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For the Public Good: Highlights from the Institute of Medicine, 1970–1995 The Children's Vaccine Initiative (CVI) is both a concept and an organization, whose purpose is to harness new technologies to advance the immunization of children. Although the CVI's focus is international, the Agency for International Development (AID) and the PHS, responsible for formulating the U.S. response to the CVI, asked the IOM to identify and explore major economic, legal, regulatory, policy, and other factors that influence the development, introduction, and supply of vaccines, and to recommend ways to enhance cooperation and participation among relevant U.S. sectors in the realization of the CVI's goals. The Committee on the Children's Vaccine Initiative, operating under the auspices of the Division of International Health, released The Children's Vaccine Initiative: Achieving the Vision in 1993. The committee came to several conclusions regarding the problems of vaccine R&D but made only one recommendation: that an entity, which the committee tentatively referred to as the “National Vaccine Authority,” should be organized to advance the development, production, and procurement of new and improved vaccines of limited commercial potential but of important public health need. This recommendation and the findings of the report generated a lot of controversy among the public and private sectors. Although it is unlikely that an entity such as that proposed by the committee will be created, the report did galvanize many sectors in the vaccine community and has led to a new and important focus on the National Vaccine Program. The CVI is a long-term goal, and the 1993 report could not address all issues relevant to it. After the release of the Children's Vaccine Initiative, AID contracted with IOM to hold two follow-up workshops. These workshops addressed (1) the epidemiologic evidence regarding acute respiratory diseases and the need for vaccines directed against them, and (2)the economic, legal, and regulatory impediments to full participation in the CVI by U.S. vaccine manufacturers. The proceedings of those workshops were released in the summer of 1995. VACCINE SAFETY The Institute began addressing questions about the safety of specific vaccines (other than polio vaccine, which is discussed in a subsequent section) in 1987. At the request of the Centers for Disease Control (CDC; now the Centers for Disease Control and Prevention), IOM conducted a two-step assessment of a CDC-funded project related to a controversial aspect of vaccine safety. This pilot project, the Study of Neurologic Illness in Children (SONIC), was intended to address the putative role of vaccines, particularly DTP (diphtheria and tetanus toxoids and pertussis vaccine), in acute neurologic illness. The IOM committee was to review the study's protocol and make suggestions for changes, and then review the final report from this pilot project and make rec-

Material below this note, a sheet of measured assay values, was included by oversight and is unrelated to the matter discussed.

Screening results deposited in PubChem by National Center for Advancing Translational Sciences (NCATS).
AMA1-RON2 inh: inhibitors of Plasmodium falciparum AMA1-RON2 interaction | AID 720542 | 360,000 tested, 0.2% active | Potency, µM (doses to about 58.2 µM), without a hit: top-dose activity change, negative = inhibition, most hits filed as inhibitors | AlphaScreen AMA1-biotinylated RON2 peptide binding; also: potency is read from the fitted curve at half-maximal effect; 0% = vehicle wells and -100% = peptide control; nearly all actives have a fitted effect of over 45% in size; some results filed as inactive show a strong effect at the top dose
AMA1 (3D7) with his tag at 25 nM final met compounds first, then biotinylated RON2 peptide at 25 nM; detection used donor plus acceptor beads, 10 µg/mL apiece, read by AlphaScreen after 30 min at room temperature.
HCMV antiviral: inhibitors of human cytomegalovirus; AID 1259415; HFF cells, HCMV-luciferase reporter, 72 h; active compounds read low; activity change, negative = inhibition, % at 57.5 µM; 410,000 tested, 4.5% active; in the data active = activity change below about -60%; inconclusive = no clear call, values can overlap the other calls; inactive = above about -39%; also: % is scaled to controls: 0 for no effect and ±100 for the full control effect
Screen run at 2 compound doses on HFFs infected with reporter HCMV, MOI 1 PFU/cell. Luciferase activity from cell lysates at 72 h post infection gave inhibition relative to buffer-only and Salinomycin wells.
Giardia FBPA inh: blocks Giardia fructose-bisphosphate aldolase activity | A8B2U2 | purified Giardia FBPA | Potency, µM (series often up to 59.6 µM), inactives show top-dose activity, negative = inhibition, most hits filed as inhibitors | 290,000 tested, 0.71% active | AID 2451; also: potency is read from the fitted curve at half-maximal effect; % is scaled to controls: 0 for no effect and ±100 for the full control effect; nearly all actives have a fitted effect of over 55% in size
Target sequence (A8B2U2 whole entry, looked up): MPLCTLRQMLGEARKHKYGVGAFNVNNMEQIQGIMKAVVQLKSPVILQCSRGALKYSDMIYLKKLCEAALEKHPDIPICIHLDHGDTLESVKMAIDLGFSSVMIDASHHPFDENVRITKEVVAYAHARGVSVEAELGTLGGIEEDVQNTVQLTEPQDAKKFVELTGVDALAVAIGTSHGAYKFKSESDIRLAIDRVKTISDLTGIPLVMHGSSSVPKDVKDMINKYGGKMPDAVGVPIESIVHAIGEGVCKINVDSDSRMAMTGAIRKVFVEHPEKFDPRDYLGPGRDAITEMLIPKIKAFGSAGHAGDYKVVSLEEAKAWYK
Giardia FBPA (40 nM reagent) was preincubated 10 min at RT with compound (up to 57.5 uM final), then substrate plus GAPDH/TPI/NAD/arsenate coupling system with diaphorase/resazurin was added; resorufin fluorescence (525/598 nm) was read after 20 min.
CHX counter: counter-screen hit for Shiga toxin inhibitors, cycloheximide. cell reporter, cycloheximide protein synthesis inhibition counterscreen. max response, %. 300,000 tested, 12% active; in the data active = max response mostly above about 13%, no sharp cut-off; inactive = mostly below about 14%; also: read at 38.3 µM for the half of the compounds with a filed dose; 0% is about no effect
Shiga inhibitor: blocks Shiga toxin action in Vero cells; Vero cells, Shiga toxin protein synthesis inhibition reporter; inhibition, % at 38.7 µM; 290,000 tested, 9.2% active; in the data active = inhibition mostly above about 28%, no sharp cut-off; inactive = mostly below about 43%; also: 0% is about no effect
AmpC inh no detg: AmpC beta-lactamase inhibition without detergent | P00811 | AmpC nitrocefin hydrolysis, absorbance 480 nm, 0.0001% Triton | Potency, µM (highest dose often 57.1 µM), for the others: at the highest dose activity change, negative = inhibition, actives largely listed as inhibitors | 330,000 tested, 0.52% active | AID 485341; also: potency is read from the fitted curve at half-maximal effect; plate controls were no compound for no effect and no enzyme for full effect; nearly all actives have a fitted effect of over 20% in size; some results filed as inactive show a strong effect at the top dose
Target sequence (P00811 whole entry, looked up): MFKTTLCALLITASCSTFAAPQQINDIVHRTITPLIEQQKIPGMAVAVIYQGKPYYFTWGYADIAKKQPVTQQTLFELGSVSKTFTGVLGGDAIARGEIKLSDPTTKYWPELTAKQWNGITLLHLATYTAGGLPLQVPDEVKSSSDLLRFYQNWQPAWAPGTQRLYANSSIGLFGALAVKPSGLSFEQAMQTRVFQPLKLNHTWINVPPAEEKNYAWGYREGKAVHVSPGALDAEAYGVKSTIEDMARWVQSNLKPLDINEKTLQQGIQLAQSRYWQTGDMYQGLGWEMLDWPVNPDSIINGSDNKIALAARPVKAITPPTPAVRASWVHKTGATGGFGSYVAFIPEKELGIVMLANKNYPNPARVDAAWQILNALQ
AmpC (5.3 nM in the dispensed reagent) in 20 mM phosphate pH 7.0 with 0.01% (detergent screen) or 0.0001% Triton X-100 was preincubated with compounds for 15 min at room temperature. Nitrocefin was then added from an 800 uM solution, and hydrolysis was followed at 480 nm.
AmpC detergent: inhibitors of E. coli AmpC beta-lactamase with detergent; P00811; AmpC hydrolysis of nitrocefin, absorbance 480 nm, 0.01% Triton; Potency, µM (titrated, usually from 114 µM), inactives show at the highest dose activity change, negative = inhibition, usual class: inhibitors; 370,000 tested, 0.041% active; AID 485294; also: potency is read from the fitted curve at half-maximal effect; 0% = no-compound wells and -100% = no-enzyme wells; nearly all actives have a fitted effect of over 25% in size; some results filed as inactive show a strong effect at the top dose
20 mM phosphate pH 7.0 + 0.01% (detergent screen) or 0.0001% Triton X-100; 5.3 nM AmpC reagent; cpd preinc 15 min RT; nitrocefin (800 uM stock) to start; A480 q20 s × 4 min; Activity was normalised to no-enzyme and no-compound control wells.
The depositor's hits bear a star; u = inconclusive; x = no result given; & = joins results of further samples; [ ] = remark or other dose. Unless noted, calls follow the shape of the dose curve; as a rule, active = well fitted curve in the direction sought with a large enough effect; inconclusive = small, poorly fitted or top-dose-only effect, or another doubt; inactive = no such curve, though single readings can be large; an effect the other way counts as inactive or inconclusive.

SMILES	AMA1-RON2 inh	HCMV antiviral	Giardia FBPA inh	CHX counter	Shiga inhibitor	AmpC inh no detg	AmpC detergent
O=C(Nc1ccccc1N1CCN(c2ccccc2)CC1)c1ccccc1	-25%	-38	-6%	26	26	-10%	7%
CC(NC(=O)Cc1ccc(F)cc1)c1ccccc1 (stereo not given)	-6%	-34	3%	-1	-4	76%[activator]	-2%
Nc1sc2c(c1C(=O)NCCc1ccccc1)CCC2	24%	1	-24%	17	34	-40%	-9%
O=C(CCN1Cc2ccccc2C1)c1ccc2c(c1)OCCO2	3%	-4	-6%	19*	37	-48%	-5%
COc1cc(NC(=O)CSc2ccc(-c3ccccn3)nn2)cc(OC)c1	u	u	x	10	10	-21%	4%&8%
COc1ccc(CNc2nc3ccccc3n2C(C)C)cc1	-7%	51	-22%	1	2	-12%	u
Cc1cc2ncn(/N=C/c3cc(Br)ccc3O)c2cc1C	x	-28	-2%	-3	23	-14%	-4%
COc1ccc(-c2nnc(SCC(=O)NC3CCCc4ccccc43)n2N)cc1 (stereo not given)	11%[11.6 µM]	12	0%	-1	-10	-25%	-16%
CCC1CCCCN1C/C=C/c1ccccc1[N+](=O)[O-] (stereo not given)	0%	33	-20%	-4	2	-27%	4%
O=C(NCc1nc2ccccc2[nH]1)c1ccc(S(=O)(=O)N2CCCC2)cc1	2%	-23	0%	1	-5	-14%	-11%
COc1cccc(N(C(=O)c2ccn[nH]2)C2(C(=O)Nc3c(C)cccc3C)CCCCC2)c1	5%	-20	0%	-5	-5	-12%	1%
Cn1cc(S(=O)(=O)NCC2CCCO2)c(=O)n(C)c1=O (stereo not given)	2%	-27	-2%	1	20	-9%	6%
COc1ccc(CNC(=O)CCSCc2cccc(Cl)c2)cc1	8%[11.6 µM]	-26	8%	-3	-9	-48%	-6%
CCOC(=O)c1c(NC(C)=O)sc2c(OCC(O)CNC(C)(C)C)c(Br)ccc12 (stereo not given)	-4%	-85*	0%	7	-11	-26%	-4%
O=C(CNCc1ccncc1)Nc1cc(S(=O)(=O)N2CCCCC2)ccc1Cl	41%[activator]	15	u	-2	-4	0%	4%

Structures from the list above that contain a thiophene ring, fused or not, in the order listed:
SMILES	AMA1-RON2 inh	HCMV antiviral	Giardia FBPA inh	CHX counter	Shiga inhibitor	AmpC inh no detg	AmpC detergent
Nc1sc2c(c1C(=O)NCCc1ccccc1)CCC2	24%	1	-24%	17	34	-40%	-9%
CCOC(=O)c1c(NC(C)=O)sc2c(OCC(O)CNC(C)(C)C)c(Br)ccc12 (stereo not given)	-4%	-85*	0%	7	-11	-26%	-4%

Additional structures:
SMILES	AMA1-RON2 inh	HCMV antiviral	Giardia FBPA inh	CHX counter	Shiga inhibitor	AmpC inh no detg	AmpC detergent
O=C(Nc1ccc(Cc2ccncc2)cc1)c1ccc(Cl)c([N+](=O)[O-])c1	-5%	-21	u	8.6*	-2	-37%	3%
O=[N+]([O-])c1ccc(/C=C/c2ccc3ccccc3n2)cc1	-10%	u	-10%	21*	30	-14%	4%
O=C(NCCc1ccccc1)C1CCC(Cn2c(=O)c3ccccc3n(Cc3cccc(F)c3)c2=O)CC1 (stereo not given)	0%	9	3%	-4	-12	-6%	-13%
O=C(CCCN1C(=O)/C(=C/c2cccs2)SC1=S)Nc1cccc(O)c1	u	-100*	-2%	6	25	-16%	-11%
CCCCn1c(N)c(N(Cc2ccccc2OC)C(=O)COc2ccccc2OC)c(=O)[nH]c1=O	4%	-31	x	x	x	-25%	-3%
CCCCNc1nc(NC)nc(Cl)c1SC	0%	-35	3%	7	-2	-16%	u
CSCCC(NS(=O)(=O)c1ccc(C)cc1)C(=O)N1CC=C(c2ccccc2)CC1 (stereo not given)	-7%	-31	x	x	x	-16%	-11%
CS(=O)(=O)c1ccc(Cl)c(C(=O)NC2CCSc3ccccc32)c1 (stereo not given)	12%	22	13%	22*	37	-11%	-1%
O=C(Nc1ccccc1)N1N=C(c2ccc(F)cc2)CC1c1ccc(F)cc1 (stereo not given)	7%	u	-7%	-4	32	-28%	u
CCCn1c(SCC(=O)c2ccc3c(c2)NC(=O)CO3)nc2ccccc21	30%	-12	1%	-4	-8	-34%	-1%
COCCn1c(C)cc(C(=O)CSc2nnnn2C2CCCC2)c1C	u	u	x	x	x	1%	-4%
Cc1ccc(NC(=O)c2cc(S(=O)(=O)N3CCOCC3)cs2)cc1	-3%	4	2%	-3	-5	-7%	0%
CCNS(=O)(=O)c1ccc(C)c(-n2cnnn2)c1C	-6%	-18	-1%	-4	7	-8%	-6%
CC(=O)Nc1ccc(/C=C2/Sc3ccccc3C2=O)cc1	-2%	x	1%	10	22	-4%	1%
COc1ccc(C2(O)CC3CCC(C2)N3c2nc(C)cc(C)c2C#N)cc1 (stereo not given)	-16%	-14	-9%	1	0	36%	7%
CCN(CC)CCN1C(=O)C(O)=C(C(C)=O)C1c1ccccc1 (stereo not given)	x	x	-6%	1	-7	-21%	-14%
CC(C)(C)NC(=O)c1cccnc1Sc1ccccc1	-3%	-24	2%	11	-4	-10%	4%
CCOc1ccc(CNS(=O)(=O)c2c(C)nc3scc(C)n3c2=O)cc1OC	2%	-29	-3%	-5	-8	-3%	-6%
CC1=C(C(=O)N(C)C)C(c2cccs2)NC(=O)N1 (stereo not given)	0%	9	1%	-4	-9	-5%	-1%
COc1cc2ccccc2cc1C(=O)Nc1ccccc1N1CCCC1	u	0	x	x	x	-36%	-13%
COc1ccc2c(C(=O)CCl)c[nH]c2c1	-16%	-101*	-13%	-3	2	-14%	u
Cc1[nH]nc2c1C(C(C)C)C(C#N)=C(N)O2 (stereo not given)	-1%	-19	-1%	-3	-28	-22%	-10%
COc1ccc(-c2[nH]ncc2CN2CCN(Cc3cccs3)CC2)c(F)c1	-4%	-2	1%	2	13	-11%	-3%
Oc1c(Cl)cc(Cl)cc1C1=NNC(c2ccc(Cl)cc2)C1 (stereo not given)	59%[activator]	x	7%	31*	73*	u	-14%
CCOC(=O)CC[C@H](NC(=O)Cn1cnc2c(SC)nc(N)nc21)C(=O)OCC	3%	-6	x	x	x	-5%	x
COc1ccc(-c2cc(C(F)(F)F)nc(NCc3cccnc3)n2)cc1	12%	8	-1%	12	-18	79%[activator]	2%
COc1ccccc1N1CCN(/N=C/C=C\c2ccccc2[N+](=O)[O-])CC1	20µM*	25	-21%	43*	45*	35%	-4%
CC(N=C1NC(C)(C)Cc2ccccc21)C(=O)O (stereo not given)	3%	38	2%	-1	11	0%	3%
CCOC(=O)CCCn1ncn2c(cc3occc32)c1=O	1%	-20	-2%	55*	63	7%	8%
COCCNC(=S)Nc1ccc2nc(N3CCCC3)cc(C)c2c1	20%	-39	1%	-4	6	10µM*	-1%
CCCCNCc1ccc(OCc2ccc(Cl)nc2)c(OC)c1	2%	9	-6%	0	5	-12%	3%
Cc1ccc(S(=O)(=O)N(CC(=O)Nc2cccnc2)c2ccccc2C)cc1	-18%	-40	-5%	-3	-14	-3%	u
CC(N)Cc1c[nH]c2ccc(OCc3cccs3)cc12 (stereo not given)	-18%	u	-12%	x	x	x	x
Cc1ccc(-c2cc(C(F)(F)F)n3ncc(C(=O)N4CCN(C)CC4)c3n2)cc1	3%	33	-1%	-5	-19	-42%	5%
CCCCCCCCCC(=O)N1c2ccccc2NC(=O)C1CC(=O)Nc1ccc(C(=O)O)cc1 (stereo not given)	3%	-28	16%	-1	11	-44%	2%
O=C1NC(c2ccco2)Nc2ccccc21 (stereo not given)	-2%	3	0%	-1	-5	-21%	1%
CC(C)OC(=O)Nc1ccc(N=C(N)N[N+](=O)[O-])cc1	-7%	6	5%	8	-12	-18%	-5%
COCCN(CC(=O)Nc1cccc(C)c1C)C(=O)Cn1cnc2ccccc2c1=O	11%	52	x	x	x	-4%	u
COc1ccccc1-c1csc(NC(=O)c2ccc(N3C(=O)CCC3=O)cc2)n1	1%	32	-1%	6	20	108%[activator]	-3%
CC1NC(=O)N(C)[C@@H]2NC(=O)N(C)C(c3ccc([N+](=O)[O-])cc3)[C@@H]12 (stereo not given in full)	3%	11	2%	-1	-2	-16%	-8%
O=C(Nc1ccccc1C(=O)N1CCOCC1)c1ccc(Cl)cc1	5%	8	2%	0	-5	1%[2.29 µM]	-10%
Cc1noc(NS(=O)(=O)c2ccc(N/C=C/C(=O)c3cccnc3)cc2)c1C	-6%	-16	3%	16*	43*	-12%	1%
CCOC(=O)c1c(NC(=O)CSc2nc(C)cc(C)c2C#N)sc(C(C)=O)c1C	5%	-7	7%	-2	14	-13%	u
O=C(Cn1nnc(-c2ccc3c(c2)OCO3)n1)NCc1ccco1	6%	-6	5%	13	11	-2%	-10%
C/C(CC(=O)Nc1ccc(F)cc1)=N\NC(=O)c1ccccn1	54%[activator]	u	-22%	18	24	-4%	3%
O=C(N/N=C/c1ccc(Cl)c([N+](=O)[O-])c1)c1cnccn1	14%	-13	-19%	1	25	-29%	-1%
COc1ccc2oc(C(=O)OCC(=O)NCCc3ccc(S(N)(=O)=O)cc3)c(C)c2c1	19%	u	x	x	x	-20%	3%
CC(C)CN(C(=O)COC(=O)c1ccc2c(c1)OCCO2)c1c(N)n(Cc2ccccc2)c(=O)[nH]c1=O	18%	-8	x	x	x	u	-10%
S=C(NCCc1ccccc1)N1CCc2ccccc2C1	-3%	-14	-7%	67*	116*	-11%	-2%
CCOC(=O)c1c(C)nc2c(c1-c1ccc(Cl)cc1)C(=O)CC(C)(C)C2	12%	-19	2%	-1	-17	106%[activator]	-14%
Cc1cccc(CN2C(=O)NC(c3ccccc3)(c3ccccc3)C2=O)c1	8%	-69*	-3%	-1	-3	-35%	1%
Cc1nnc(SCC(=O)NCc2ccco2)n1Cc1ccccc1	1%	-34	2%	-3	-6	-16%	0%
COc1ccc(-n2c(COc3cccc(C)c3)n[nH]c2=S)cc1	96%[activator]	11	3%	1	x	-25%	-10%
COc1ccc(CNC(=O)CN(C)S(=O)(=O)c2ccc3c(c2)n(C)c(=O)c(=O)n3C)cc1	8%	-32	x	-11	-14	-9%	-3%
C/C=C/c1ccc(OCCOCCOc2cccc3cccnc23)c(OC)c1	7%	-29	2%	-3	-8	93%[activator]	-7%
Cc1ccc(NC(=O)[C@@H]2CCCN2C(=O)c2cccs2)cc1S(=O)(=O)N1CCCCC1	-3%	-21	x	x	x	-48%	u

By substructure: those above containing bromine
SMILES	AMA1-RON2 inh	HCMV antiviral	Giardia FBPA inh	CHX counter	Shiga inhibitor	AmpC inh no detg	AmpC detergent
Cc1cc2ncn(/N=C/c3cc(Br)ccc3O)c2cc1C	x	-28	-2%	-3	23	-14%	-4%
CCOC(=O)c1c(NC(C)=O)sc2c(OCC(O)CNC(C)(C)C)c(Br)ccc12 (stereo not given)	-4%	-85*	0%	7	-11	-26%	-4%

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For the Public Good: Highlights from the Institute of Medicine, 1970–1995 ommendations about the advisability of conducting a more definitive, large-scale study of neurologic illnesses and vaccination. The committee reviewed the protocol for the pilot study and recommended relatively minor changes. After reviewing the results of the pilot project, the committee recommended in a letter report that CDC not attempt a more definitive study, primarily for reasons of epidemiologic feasibility and the likelihood that even a large, expensive study would not be statistically powerful enough to detect the relatively rare neurologic events of interest. The CDC followed the advice of the committee and did not pursue the study. In addition to those activities, the SONIC Committee hosted a workshop to encourage discussion about the British National Childhood Encephalopathy Study (NCES). The NCES is the largest study ever undertaken regarding the role of vaccines in neurologic illness among children and provides the basis for most of what the research community knows about long-term sequelae from acute neurologic illness. This workshop helped inform CDC and the IOM committee's deliberations relative to the SONIC study. The IOM embarked on new activities related to vaccine safety in 1989. The National Childhood Vaccine Injury Act resulted from years of concern that fear of liability related to the rare but serious adverse effects of vaccines had decreased private investment in vaccine research and development. The act had a fairly wide impact, including the establishment of a no-fault compensation program for people injured by vaccines. The cornerstone of that program is a table of adverse health outcomes believed to be associated with administration of mandatory childhood vaccines, that is, those directed against diphtheria, tetanus, pertussis, measles, mumps, rubella, and polio. This “Vaccine Injury Table” is written into law in the act and was created based on best-guess judgments—mostly by congressional staff—of which adverse reactions might be related causally to vaccine administration. Anyone who experiences an adverse event listed on the table within a specified time frame after vaccination is automatically compensated; thus, it has important fiscal and legal implications. Because no independent assessment of the scientific basis for the table had been undertaken, Congress mandated in the National Childhood Vaccine Injury Act that the IOM would conduct a review of the scientific and medical literature on the adverse consequences associated with vaccines. In a span of 5 years, the IOM convened three committees and published three reports on this topic: Adverse Effects of Pertussis and Rubella Vaccines (1991), Adverse Events Associated with Childhood Vaccines: Evidence Bearing on Causality (1994), and DPT Vaccine and Chronic Nervous System Dysfunction: A New Analysis (1994).